By Paul Burdziakowski
For Hometown News
The Port Orange City Council April 2 reviewed proposed code amendments, initial steps to implementing the Ridgewood Corridor Plan.
By simplifying and clarifying some code requirements, it will provide appropriate flexibility and options for the suffering Ridgewood Corridor area.
The actual vote on the amendments was continued to April 23 to allow time for some revisions.
The first three amendments discussed are part of the short-term strategies for improvement. Under the first amendment, the council agreed a contractor's yard and motel uses were not consistent with the Ridgewood Corridor Plan to improve the economic position and appearance of the corridor.
Several motels along the corridor have significant criminal activity. Personal effects are left outside motels, making the area look unsightly and discourages new investment. A contractor's yard is incompatible with the retail and service function of Ridgewood Avenue, because it is noisy and contains a large amount of stored materials that discourage new investment. The council agreed to remove these as permitted uses, but the six existing motels and one construction yard on the Ridgewood Corridor can stay as long as they are not left vacant and expanded in any way.
The council partially accepted the second amendment, which would allow the use of alternative surfaces, including recycled concrete, for parking lots of properties south of Dunlawton Avenue, and require curbing for the alternative surface parking lots. The use of alternative surfaces will be allowed to continue for properties south of Fleming Avenue, but the council did not want to expand it north to Dunlawton. The use of alternative surfaces in this section of Ridgewood Avenue reduces the upfront cost for developing a new or existing site and reduces stormwater infrastructure needs, which are costly and limit the developable area in the small lots that are common there. The council did, however, vote to add the requirement for curbing for any newly constructed alternative surface parking lots.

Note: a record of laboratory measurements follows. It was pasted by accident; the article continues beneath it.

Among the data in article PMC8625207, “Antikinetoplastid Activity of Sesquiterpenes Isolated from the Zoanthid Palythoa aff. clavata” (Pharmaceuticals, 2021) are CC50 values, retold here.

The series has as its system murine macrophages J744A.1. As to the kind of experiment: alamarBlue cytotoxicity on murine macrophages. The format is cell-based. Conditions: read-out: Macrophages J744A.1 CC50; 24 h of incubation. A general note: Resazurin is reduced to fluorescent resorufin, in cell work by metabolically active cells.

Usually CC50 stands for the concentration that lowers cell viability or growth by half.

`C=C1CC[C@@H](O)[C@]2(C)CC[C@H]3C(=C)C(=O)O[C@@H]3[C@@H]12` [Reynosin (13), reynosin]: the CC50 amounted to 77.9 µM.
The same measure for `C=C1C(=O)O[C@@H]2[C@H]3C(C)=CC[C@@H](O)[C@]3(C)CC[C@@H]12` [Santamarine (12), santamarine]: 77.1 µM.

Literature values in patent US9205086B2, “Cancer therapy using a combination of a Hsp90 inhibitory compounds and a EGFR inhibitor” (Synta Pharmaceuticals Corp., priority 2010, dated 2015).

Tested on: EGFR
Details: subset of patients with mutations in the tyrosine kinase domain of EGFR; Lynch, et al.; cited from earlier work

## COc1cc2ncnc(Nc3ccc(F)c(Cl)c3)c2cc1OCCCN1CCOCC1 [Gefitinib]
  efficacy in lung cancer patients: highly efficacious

The council accepted the third amendment, which will provide the corridor area with more landscaping options. The Ridgewood Corridor will now fall under landscaping requirements that allow for drought tolerant materials. Drought tolerant landscaping requires little to no irrigation which will allow developments along the corridor to plant attractive landscape buffers that can be easily maintained and help conserve water.
In addition, there were two other proposed amendments to clarify regulations for residential uses in the Ridgewood Development District and to prevent inconsistency between the Comprehensive Plan and the Land Development Code.
The council accepted the fourth amendment that will add a requirement that future assisted living facilities and multi-family sites must have a future land use designation that allows residential uses. This wasn't clarified before in the way it was written so it couldn't be enforced.
The council also accepted the final amendment to modify the list of special requirements for multi-family developments. The internal building spacing requirement is proposed to be consistent with the Florida Building Code, as are the rest of the multi-family zoning districts in the city. The language for optional first floor commercial is now more consistent with modern mixed-use development practices, and outdoor activities for multi-family developments will now require screening from Ridgewood Avenue.
The Ridgewood Corridor Plan was adopted by the City Council on Jan. 15. The main objectives of the plan are to improve the corridor by making it more attractive, improving its economic position and minimizing activities that discourage investment.
The Ridgewood Corridor extends nearly three miles from Dunlawton south to the Rose Bay Bridge. The roadway was near its peak in commercial development from 1950 to 1970. In 1957, Ridgewood Avenue was even widened to four lanes. During the late 1970s, the extension of Dunlawton Avenue and creation of Interstate 95 caused a slowdown of activity in the area. As traffic moved toward the interstate, and developers moved westward where there were larger vacant lots, a gradual decline occurred in the once bustling corridor. The area now has a 14 percent vacancy rate and is mostly left with old motels and a few small businesses like restaurants, saloons, offices, thrift shops, used car dealerships, tattoo parlors and some manufacturing.